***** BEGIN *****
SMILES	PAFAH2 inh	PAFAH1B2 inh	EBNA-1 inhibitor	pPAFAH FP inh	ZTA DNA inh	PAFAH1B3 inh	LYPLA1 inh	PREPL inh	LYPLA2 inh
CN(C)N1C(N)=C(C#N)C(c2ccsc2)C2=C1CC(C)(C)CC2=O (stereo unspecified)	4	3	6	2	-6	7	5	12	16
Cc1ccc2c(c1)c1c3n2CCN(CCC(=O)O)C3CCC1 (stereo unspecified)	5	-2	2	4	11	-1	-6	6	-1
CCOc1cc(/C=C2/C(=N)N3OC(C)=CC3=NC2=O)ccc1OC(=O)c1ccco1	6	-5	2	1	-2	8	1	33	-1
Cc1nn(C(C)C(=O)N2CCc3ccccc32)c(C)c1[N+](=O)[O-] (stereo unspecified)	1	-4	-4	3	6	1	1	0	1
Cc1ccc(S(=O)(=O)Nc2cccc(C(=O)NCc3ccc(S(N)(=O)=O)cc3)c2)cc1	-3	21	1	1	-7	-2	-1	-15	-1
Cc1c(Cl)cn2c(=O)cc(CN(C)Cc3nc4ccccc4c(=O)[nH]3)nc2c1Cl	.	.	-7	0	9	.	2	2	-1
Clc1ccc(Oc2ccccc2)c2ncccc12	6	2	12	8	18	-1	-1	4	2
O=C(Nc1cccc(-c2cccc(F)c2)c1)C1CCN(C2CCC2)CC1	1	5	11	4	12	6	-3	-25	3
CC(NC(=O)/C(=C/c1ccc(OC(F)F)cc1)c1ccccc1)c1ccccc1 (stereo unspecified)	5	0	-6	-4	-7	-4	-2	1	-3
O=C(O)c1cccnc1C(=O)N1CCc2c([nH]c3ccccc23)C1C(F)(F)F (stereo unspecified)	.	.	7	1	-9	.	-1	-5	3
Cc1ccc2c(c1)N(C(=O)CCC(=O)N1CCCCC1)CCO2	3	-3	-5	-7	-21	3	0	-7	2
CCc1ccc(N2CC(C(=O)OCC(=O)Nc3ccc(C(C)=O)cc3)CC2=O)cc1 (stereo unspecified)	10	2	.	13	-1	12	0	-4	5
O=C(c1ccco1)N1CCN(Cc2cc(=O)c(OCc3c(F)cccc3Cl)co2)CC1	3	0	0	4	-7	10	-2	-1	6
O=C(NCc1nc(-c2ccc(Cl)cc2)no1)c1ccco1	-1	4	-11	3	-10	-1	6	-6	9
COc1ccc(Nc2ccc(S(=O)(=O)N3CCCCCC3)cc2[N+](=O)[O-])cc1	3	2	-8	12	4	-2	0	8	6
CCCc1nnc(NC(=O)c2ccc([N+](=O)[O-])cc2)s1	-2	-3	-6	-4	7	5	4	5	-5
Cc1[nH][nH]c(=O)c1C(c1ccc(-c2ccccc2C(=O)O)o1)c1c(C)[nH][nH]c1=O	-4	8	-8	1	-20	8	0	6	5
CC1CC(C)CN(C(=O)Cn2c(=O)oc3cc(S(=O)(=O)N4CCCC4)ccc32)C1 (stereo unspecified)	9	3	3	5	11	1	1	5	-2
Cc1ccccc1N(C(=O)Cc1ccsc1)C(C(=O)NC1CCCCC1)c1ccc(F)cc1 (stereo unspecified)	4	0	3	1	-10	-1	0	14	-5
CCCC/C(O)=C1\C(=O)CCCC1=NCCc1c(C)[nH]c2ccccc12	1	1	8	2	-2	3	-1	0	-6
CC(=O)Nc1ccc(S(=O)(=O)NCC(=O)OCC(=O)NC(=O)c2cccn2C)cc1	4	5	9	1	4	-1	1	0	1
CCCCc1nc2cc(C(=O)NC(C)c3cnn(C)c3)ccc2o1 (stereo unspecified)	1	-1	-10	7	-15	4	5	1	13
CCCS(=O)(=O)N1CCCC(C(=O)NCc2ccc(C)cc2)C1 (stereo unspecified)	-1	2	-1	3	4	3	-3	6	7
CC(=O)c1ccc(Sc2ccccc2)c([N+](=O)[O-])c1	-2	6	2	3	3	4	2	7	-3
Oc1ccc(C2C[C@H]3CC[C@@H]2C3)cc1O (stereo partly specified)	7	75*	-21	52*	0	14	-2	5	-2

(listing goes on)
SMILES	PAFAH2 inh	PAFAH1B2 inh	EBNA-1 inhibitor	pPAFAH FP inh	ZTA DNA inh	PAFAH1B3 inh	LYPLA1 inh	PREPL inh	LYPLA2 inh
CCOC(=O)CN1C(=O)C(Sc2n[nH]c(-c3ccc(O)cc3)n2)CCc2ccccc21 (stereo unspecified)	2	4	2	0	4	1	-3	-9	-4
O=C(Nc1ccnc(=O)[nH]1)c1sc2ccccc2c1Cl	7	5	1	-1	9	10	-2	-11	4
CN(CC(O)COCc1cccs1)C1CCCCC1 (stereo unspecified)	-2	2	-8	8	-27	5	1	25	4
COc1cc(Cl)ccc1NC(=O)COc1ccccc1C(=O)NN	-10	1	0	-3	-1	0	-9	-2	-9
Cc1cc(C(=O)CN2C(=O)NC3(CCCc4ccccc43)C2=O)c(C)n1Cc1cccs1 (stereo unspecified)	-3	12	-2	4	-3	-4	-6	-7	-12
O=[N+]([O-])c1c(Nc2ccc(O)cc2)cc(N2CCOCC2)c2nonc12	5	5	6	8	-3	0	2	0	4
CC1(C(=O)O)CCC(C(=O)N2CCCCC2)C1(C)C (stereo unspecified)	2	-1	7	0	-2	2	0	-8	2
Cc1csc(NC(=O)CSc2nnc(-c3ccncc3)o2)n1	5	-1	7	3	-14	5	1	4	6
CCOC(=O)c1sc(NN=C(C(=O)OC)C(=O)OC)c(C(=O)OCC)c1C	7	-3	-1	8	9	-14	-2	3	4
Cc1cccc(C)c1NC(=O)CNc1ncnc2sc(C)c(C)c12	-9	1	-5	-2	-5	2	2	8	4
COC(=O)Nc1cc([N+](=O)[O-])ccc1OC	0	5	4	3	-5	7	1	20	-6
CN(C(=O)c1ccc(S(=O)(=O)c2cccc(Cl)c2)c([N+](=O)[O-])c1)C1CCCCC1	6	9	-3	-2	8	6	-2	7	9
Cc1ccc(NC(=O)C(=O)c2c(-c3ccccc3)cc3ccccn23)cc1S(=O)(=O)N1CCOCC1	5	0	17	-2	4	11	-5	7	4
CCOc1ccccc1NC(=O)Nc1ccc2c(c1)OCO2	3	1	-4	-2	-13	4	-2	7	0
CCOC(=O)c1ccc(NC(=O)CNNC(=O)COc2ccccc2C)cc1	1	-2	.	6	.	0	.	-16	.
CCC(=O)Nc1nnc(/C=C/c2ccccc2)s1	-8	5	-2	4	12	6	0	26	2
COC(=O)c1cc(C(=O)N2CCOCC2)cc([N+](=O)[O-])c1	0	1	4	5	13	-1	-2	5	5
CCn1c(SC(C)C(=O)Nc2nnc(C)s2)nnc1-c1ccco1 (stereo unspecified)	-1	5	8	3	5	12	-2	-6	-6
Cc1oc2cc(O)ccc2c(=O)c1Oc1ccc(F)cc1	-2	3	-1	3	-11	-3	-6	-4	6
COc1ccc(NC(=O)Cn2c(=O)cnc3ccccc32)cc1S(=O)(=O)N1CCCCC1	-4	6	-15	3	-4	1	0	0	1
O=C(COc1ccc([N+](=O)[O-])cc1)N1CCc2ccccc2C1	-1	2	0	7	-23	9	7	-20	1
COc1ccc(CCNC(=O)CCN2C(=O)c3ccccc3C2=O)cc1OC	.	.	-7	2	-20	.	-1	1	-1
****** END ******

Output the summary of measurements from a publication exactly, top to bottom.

SMILES	PAFAH2 inh	PAFAH1B2 inh	EBNA-1 inhibitor	pPAFAH FP inh	ZTA DNA inh	PAFAH1B3 inh	LYPLA1 inh	PREPL inh	LYPLA2 inh
CN(C)N1C(N)=C(C#N)C(c2ccsc2)C2=C1CC(C)(C)CC2=O (stereo unspecified)	4	3	6	2	-6	7	5	12	16
Cc1ccc2c(c1)c1c3n2CCN(CCC(=O)O)C3CCC1 (stereo unspecified)	5	-2	2	4	11	-1	-6	6	-1
CCOc1cc(/C=C2/C(=N)N3OC(C)=CC3=NC2=O)ccc1OC(=O)c1ccco1	6	-5	2	1	-2	8	1	33	-1
Cc1nn(C(C)C(=O)N2CCc3ccccc32)c(C)c1[N+](=O)[O-] (stereo unspecified)	1	-4	-4	3	6	1	1	0	1
Cc1ccc(S(=O)(=O)Nc2cccc(C(=O)NCc3ccc(S(N)(=O)=O)cc3)c2)cc1	-3	21	1	1	-7	-2	-1	-15	-1
Cc1c(Cl)cn2c(=O)cc(CN(C)Cc3nc4ccccc4c(=O)[nH]3)nc2c1Cl	.	.	-7	0	9	.	2	2	-1
Clc1ccc(Oc2ccccc2)c2ncccc12	6	2	12	8	18	-1	-1	4	2
O=C(Nc1cccc(-c2cccc(F)c2)c1)C1CCN(C2CCC2)CC1	1	5	11	4	12	6	-3	-25	3
CC(NC(=O)/C(=C/c1ccc(OC(F)F)cc1)c1ccccc1)c1ccccc1 (stereo unspecified)	5	0	-6	-4	-7	-4	-2	1	-3
O=C(O)c1cccnc1C(=O)N1CCc2c([nH]c3ccccc23)C1C(F)(F)F (stereo unspecified)	.	.	7	1	-9	.	-1	-5	3
Cc1ccc2c(c1)N(C(=O)CCC(=O)N1CCCCC1)CCO2	3	-3	-5	-7	-21	3	0	-7	2
CCc1ccc(N2CC(C(=O)OCC(=O)Nc3ccc(C(C)=O)cc3)CC2=O)cc1 (stereo unspecified)	10	2	.	13	-1	12	0	-4	5
O=C(c1ccco1)N1CCN(Cc2cc(=O)c(OCc3c(F)cccc3Cl)co2)CC1	3	0	0	4	-7	10	-2	-1	6
O=C(NCc1nc(-c2ccc(Cl)cc2)no1)c1ccco1	-1	4	-11	3	-10	-1	6	-6	9
COc1ccc(Nc2ccc(S(=O)(=O)N3CCCCCC3)cc2[N+](=O)[O-])cc1	3	2	-8	12	4	-2	0	8	6
CCCc1nnc(NC(=O)c2ccc([N+](=O)[O-])cc2)s1	-2	-3	-6	-4	7	5	4	5	-5
Cc1[nH][nH]c(=O)c1C(c1ccc(-c2ccccc2C(=O)O)o1)c1c(C)[nH][nH]c1=O	-4	8	-8	1	-20	8	0	6	5
CC1CC(C)CN(C(=O)Cn2c(=O)oc3cc(S(=O)(=O)N4CCCC4)ccc32)C1 (stereo unspecified)	9	3	3	5	11	1	1	5	-2
Cc1ccccc1N(C(=O)Cc1ccsc1)C(C(=O)NC1CCCCC1)c1ccc(F)cc1 (stereo unspecified)	4	0	3	1	-10	-1	0	14	-5
CCCC/C(O)=C1\C(=O)CCCC1=NCCc1c(C)[nH]c2ccccc12	1	1	8	2	-2	3	-1	0	-6
CC(=O)Nc1ccc(S(=O)(=O)NCC(=O)OCC(=O)NC(=O)c2cccn2C)cc1	4	5	9	1	4	-1	1	0	1
CCCCc1nc2cc(C(=O)NC(C)c3cnn(C)c3)ccc2o1 (stereo unspecified)	1	-1	-10	7	-15	4	5	1	13
CCCS(=O)(=O)N1CCCC(C(=O)NCc2ccc(C)cc2)C1 (stereo unspecified)	-1	2	-1	3	4	3	-3	6	7
CC(=O)c1ccc(Sc2ccccc2)c([N+](=O)[O-])c1	-2	6	2	3	3	4	2	7	-3
Oc1ccc(C2C[C@H]3CC[C@@H]2C3)cc1O (stereo partly specified)	7	75*	-21	52*	0	14	-2	5	-2

(listing goes on)
SMILES	PAFAH2 inh	PAFAH1B2 inh	EBNA-1 inhibitor	pPAFAH FP inh	ZTA DNA inh	PAFAH1B3 inh	LYPLA1 inh	PREPL inh	LYPLA2 inh
CCOC(=O)CN1C(=O)C(Sc2n[nH]c(-c3ccc(O)cc3)n2)CCc2ccccc21 (stereo unspecified)	2	4	2	0	4	1	-3	-9	-4
O=C(Nc1ccnc(=O)[nH]1)c1sc2ccccc2c1Cl	7	5	1	-1	9	10	-2	-11	4
CN(CC(O)COCc1cccs1)C1CCCCC1 (stereo unspecified)	-2	2	-8	8	-27	5	1	25	4
COc1cc(Cl)ccc1NC(=O)COc1ccccc1C(=O)NN	-10	1	0	-3	-1	0	-9	-2	-9
Cc1cc(C(=O)CN2C(=O)NC3(CCCc4ccccc43)C2=O)c(C)n1Cc1cccs1 (stereo unspecified)	-3	12	-2	4	-3	-4	-6	-7	-12
O=[N+]([O-])c1c(Nc2ccc(O)cc2)cc(N2CCOCC2)c2nonc12	5	5	6	8	-3	0	2	0	4
CC1(C(=O)O)CCC(C(=O)N2CCCCC2)C1(C)C (stereo unspecified)	2	-1	7	0	-2	2	0	-8	2
Cc1csc(NC(=O)CSc2nnc(-c3ccncc3)o2)n1	5	-1	7	3	-14	5	1	4	6
CCOC(=O)c1sc(NN=C(C(=O)OC)C(=O)OC)c(C(=O)OCC)c1C	7	-3	-1	8	9	-14	-2	3	4
Cc1cccc(C)c1NC(=O)CNc1ncnc2sc(C)c(C)c12	-9	1	-5	-2	-5	2	2	8	4
COC(=O)Nc1cc([N+](=O)[O-])ccc1OC	0	5	4	3	-5	7	1	20	-6
CN(C(=O)c1ccc(S(=O)(=O)c2cccc(Cl)c2)c([N+](=O)[O-])c1)C1CCCCC1	6	9	-3	-2	8	6	-2	7	9
Cc1ccc(NC(=O)C(=O)c2c(-c3ccccc3)cc3ccccn23)cc1S(=O)(=O)N1CCOCC1	5	0	17	-2	4	11	-5	7	4
CCOc1ccccc1NC(=O)Nc1ccc2c(c1)OCO2	3	1	-4	-2	-13	4	-2	7	0
CCOC(=O)c1ccc(NC(=O)CNNC(=O)COc2ccccc2C)cc1	1	-2	.	6	.	0	.	-16	.
CCC(=O)Nc1nnc(/C=C/c2ccccc2)s1	-8	5	-2	4	12	6	0	26	2
COC(=O)c1cc(C(=O)N2CCOCC2)cc([N+](=O)[O-])c1	0	1	4	5	13	-1	-2	5	5
CCn1c(SC(C)C(=O)Nc2nnc(C)s2)nnc1-c1ccco1 (stereo unspecified)	-1	5	8	3	5	12	-2	-6	-6
Cc1oc2cc(O)ccc2c(=O)c1Oc1ccc(F)cc1	-2	3	-1	3	-11	-3	-6	-4	6
COc1ccc(NC(=O)Cn2c(=O)cnc3ccccc32)cc1S(=O)(=O)N1CCCCC1	-4	6	-15	3	-4	1	0	0	1
O=C(COc1ccc([N+](=O)[O-])cc1)N1CCc2ccccc2C1	-1	2	0	7	-23	9	7	-20	1
COc1ccc(CCNC(=O)CCN2C(=O)c3ccccc3C2=O)cc1OC	.	.	-7	2	-20	.	-1	1	-1